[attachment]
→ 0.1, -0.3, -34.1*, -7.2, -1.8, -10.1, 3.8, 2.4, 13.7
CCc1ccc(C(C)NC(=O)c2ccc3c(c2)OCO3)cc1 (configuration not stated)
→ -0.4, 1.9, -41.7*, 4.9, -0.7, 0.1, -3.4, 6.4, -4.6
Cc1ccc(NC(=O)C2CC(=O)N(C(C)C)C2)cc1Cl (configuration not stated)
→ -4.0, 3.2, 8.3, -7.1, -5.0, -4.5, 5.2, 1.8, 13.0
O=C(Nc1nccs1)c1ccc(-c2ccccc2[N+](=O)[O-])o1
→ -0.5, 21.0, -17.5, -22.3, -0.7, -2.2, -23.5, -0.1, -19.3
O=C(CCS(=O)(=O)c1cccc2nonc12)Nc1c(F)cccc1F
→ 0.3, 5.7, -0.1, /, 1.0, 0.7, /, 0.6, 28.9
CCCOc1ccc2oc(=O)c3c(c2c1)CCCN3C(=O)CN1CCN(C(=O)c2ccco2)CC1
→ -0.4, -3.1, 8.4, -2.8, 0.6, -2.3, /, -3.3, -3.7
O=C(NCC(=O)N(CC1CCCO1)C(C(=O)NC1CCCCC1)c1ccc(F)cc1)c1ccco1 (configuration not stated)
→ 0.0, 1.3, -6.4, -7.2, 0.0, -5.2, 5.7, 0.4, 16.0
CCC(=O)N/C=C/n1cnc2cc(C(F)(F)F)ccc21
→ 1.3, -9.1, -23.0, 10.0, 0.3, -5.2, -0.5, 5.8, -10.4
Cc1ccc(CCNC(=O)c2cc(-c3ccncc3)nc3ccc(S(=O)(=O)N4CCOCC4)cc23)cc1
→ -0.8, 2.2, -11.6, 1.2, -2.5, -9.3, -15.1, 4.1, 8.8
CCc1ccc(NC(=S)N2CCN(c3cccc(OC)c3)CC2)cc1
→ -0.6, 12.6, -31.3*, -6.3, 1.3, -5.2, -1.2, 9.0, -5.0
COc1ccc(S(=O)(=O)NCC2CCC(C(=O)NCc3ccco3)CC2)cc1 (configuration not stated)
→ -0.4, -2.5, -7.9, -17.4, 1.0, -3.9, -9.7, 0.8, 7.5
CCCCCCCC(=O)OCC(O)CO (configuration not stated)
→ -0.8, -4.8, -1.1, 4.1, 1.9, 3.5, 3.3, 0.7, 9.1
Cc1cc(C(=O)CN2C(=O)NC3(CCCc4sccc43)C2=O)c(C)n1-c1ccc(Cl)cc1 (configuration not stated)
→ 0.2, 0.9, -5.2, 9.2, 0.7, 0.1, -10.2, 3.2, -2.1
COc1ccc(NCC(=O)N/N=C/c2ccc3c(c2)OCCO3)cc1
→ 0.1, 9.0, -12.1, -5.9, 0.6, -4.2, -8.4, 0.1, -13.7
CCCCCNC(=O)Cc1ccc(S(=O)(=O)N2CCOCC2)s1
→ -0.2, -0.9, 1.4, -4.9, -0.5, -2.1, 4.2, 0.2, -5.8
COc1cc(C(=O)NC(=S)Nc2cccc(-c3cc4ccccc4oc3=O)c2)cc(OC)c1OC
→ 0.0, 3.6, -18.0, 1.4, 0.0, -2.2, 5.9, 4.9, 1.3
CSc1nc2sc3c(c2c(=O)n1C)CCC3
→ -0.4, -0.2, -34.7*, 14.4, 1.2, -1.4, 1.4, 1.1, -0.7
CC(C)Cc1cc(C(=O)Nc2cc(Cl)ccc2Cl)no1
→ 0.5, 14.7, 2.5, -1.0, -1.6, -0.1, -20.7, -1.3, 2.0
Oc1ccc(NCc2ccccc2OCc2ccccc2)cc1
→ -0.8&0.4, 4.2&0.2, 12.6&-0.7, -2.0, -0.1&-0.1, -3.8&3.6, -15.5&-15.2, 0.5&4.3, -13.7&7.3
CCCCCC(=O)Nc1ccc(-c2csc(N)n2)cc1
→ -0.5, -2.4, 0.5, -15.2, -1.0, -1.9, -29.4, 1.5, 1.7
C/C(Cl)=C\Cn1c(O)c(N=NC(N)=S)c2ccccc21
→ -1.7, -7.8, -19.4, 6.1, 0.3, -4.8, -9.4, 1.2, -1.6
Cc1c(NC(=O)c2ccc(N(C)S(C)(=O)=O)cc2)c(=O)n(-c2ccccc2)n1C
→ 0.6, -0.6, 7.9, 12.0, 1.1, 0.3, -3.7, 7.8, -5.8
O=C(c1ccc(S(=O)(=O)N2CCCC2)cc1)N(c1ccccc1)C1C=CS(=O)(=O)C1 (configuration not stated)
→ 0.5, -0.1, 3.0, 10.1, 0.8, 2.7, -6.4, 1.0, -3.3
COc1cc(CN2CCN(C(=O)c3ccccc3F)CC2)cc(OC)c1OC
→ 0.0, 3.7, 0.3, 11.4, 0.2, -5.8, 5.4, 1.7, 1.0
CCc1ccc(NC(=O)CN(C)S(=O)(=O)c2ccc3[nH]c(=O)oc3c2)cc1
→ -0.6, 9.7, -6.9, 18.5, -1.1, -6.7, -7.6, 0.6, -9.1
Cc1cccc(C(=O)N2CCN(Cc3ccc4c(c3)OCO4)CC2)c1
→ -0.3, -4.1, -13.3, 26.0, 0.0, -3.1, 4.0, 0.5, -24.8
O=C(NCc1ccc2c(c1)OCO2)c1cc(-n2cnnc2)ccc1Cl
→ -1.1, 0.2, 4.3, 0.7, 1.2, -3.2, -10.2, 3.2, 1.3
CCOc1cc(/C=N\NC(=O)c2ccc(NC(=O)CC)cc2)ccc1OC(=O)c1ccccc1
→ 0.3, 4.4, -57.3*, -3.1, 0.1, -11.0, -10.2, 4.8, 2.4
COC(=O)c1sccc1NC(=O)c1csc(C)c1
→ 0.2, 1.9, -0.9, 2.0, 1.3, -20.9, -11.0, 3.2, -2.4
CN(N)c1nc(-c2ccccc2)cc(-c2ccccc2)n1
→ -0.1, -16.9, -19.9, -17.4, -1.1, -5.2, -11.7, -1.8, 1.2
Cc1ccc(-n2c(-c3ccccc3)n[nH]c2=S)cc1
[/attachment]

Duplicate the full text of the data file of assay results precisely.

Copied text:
→ 0.1, -0.3, -34.1*, -7.2, -1.8, -10.1, 3.8, 2.4, 13.7
CCc1ccc(C(C)NC(=O)c2ccc3c(c2)OCO3)cc1 (configuration not stated)
→ -0.4, 1.9, -41.7*, 4.9, -0.7, 0.1, -3.4, 6.4, -4.6
Cc1ccc(NC(=O)C2CC(=O)N(C(C)C)C2)cc1Cl (configuration not stated)
→ -4.0, 3.2, 8.3, -7.1, -5.0, -4.5, 5.2, 1.8, 13.0
O=C(Nc1nccs1)c1ccc(-c2ccccc2[N+](=O)[O-])o1
→ -0.5, 21.0, -17.5, -22.3, -0.7, -2.2, -23.5, -0.1, -19.3
O=C(CCS(=O)(=O)c1cccc2nonc12)Nc1c(F)cccc1F
→ 0.3, 5.7, -0.1, /, 1.0, 0.7, /, 0.6, 28.9
CCCOc1ccc2oc(=O)c3c(c2c1)CCCN3C(=O)CN1CCN(C(=O)c2ccco2)CC1
→ -0.4, -3.1, 8.4, -2.8, 0.6, -2.3, /, -3.3, -3.7
O=C(NCC(=O)N(CC1CCCO1)C(C(=O)NC1CCCCC1)c1ccc(F)cc1)c1ccco1 (configuration not stated)
→ 0.0, 1.3, -6.4, -7.2, 0.0, -5.2, 5.7, 0.4, 16.0
CCC(=O)N/C=C/n1cnc2cc(C(F)(F)F)ccc21
→ 1.3, -9.1, -23.0, 10.0, 0.3, -5.2, -0.5, 5.8, -10.4
Cc1ccc(CCNC(=O)c2cc(-c3ccncc3)nc3ccc(S(=O)(=O)N4CCOCC4)cc23)cc1
→ -0.8, 2.2, -11.6, 1.2, -2.5, -9.3, -15.1, 4.1, 8.8
CCc1ccc(NC(=S)N2CCN(c3cccc(OC)c3)CC2)cc1
→ -0.6, 12.6, -31.3*, -6.3, 1.3, -5.2, -1.2, 9.0, -5.0
COc1ccc(S(=O)(=O)NCC2CCC(C(=O)NCc3ccco3)CC2)cc1 (configuration not stated)
→ -0.4, -2.5, -7.9, -17.4, 1.0, -3.9, -9.7, 0.8, 7.5
CCCCCCCC(=O)OCC(O)CO (configuration not stated)
→ -0.8, -4.8, -1.1, 4.1, 1.9, 3.5, 3.3, 0.7, 9.1
Cc1cc(C(=O)CN2C(=O)NC3(CCCc4sccc43)C2=O)c(C)n1-c1ccc(Cl)cc1 (configuration not stated)
→ 0.2, 0.9, -5.2, 9.2, 0.7, 0.1, -10.2, 3.2, -2.1
COc1ccc(NCC(=O)N/N=C/c2ccc3c(c2)OCCO3)cc1
→ 0.1, 9.0, -12.1, -5.9, 0.6, -4.2, -8.4, 0.1, -13.7
CCCCCNC(=O)Cc1ccc(S(=O)(=O)N2CCOCC2)s1
→ -0.2, -0.9, 1.4, -4.9, -0.5, -2.1, 4.2, 0.2, -5.8
COc1cc(C(=O)NC(=S)Nc2cccc(-c3cc4ccccc4oc3=O)c2)cc(OC)c1OC
→ 0.0, 3.6, -18.0, 1.4, 0.0, -2.2, 5.9, 4.9, 1.3
CSc1nc2sc3c(c2c(=O)n1C)CCC3
→ -0.4, -0.2, -34.7*, 14.4, 1.2, -1.4, 1.4, 1.1, -0.7
CC(C)Cc1cc(C(=O)Nc2cc(Cl)ccc2Cl)no1
→ 0.5, 14.7, 2.5, -1.0, -1.6, -0.1, -20.7, -1.3, 2.0
Oc1ccc(NCc2ccccc2OCc2ccccc2)cc1
→ -0.8&0.4, 4.2&0.2, 12.6&-0.7, -2.0, -0.1&-0.1, -3.8&3.6, -15.5&-15.2, 0.5&4.3, -13.7&7.3
CCCCCC(=O)Nc1ccc(-c2csc(N)n2)cc1
→ -0.5, -2.4, 0.5, -15.2, -1.0, -1.9, -29.4, 1.5, 1.7
C/C(Cl)=C\Cn1c(O)c(N=NC(N)=S)c2ccccc21
→ -1.7, -7.8, -19.4, 6.1, 0.3, -4.8, -9.4, 1.2, -1.6
Cc1c(NC(=O)c2ccc(N(C)S(C)(=O)=O)cc2)c(=O)n(-c2ccccc2)n1C
→ 0.6, -0.6, 7.9, 12.0, 1.1, 0.3, -3.7, 7.8, -5.8
O=C(c1ccc(S(=O)(=O)N2CCCC2)cc1)N(c1ccccc1)C1C=CS(=O)(=O)C1 (configuration not stated)
→ 0.5, -0.1, 3.0, 10.1, 0.8, 2.7, -6.4, 1.0, -3.3
COc1cc(CN2CCN(C(=O)c3ccccc3F)CC2)cc(OC)c1OC
→ 0.0, 3.7, 0.3, 11.4, 0.2, -5.8, 5.4, 1.7, 1.0
CCc1ccc(NC(=O)CN(C)S(=O)(=O)c2ccc3[nH]c(=O)oc3c2)cc1
→ -0.6, 9.7, -6.9, 18.5, -1.1, -6.7, -7.6, 0.6, -9.1
Cc1cccc(C(=O)N2CCN(Cc3ccc4c(c3)OCO4)CC2)c1
→ -0.3, -4.1, -13.3, 26.0, 0.0, -3.1, 4.0, 0.5, -24.8
O=C(NCc1ccc2c(c1)OCO2)c1cc(-n2cnnc2)ccc1Cl
→ -1.1, 0.2, 4.3, 0.7, 1.2, -3.2, -10.2, 3.2, 1.3
CCOc1cc(/C=N\NC(=O)c2ccc(NC(=O)CC)cc2)ccc1OC(=O)c1ccccc1
→ 0.3, 4.4, -57.3*, -3.1, 0.1, -11.0, -10.2, 4.8, 2.4
COC(=O)c1sccc1NC(=O)c1csc(C)c1
→ 0.2, 1.9, -0.9, 2.0, 1.3, -20.9, -11.0, 3.2, -2.4
CN(N)c1nc(-c2ccccc2)cc(-c2ccccc2)n1
→ -0.1, -16.9, -19.9, -17.4, -1.1, -5.2, -11.7, -1.8, 1.2
Cc1ccc(-n2c(-c3ccccc3)n[nH]c2=S)cc1